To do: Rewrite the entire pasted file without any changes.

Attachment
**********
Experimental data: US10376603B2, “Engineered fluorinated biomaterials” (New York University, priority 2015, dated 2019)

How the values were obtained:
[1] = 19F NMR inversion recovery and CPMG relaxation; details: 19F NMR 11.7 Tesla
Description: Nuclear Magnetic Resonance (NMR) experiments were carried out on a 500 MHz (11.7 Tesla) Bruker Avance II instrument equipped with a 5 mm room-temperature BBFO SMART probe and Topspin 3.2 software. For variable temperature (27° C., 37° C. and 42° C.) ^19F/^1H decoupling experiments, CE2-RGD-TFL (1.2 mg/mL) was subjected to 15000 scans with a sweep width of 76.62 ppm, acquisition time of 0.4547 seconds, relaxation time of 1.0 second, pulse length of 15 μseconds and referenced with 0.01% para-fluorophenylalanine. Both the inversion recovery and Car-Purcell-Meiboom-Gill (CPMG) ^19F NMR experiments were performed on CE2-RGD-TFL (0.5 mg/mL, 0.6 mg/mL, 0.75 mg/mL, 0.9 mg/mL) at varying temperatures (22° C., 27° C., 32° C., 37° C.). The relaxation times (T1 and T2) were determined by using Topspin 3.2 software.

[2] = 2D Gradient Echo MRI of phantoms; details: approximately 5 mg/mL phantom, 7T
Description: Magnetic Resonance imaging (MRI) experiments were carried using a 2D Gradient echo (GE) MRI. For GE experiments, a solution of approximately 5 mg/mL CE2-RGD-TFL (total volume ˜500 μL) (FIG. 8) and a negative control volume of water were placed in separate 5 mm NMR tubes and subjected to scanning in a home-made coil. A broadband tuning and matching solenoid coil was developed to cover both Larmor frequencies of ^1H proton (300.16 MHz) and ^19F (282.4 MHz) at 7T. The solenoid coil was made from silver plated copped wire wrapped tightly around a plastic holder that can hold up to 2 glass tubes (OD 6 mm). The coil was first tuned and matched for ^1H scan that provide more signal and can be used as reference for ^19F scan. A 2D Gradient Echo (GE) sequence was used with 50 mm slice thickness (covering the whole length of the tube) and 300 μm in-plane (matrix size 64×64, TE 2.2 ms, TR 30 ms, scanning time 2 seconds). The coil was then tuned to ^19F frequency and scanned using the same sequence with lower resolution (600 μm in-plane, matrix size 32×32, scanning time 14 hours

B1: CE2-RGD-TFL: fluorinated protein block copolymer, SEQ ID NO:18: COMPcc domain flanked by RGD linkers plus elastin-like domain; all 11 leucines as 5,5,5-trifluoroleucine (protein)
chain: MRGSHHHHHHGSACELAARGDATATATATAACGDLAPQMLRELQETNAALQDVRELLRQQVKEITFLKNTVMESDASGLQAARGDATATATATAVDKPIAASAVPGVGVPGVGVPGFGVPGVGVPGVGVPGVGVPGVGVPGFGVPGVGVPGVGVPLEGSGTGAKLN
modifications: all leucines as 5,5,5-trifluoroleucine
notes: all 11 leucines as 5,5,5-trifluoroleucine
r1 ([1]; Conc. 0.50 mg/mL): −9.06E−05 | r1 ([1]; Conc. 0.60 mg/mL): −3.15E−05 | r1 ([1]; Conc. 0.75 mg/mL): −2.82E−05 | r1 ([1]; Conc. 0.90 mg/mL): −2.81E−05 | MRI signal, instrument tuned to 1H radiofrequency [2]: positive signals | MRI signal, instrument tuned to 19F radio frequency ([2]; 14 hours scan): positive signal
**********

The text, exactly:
Experimental data: US10376603B2, “Engineered fluorinated biomaterials” (New York University, priority 2015, dated 2019)

How the values were obtained:
[1] = 19F NMR inversion recovery and CPMG relaxation; details: 19F NMR 11.7 Tesla
Description: Nuclear Magnetic Resonance (NMR) experiments were carried out on a 500 MHz (11.7 Tesla) Bruker Avance II instrument equipped with a 5 mm room-temperature BBFO SMART probe and Topspin 3.2 software. For variable temperature (27° C., 37° C. and 42° C.) ^19F/^1H decoupling experiments, CE2-RGD-TFL (1.2 mg/mL) was subjected to 15000 scans with a sweep width of 76.62 ppm, acquisition time of 0.4547 seconds, relaxation time of 1.0 second, pulse length of 15 μseconds and referenced with 0.01% para-fluorophenylalanine. Both the inversion recovery and Car-Purcell-Meiboom-Gill (CPMG) ^19F NMR experiments were performed on CE2-RGD-TFL (0.5 mg/mL, 0.6 mg/mL, 0.75 mg/mL, 0.9 mg/mL) at varying temperatures (22° C., 27° C., 32° C., 37° C.). The relaxation times (T1 and T2) were determined by using Topspin 3.2 software.

[2] = 2D Gradient Echo MRI of phantoms; details: approximately 5 mg/mL phantom, 7T
Description: Magnetic Resonance imaging (MRI) experiments were carried using a 2D Gradient echo (GE) MRI. For GE experiments, a solution of approximately 5 mg/mL CE2-RGD-TFL (total volume ˜500 μL) (FIG. 8) and a negative control volume of water were placed in separate 5 mm NMR tubes and subjected to scanning in a home-made coil. A broadband tuning and matching solenoid coil was developed to cover both Larmor frequencies of ^1H proton (300.16 MHz) and ^19F (282.4 MHz) at 7T. The solenoid coil was made from silver plated copped wire wrapped tightly around a plastic holder that can hold up to 2 glass tubes (OD 6 mm). The coil was first tuned and matched for ^1H scan that provide more signal and can be used as reference for ^19F scan. A 2D Gradient Echo (GE) sequence was used with 50 mm slice thickness (covering the whole length of the tube) and 300 μm in-plane (matrix size 64×64, TE 2.2 ms, TR 30 ms, scanning time 2 seconds). The coil was then tuned to ^19F frequency and scanned using the same sequence with lower resolution (600 μm in-plane, matrix size 32×32, scanning time 14 hours

B1: CE2-RGD-TFL: fluorinated protein block copolymer, SEQ ID NO:18: COMPcc domain flanked by RGD linkers plus elastin-like domain; all 11 leucines as 5,5,5-trifluoroleucine (protein)
chain: MRGSHHHHHHGSACELAARGDATATATATAACGDLAPQMLRELQETNAALQDVRELLRQQVKEITFLKNTVMESDASGLQAARGDATATATATAVDKPIAASAVPGVGVPGVGVPGFGVPGVGVPGVGVPGVGVPGVGVPGFGVPGVGVPGVGVPLEGSGTGAKLN
modifications: all leucines as 5,5,5-trifluoroleucine
notes: all 11 leucines as 5,5,5-trifluoroleucine
r1 ([1]; Conc. 0.50 mg/mL): −9.06E−05 | r1 ([1]; Conc. 0.60 mg/mL): −3.15E−05 | r1 ([1]; Conc. 0.75 mg/mL): −2.82E−05 | r1 ([1]; Conc. 0.90 mg/mL): −2.81E−05 | MRI signal, instrument tuned to 1H radiofrequency [2]: positive signals | MRI signal, instrument tuned to 19F radio frequency ([2]; 14 hours scan): positive signal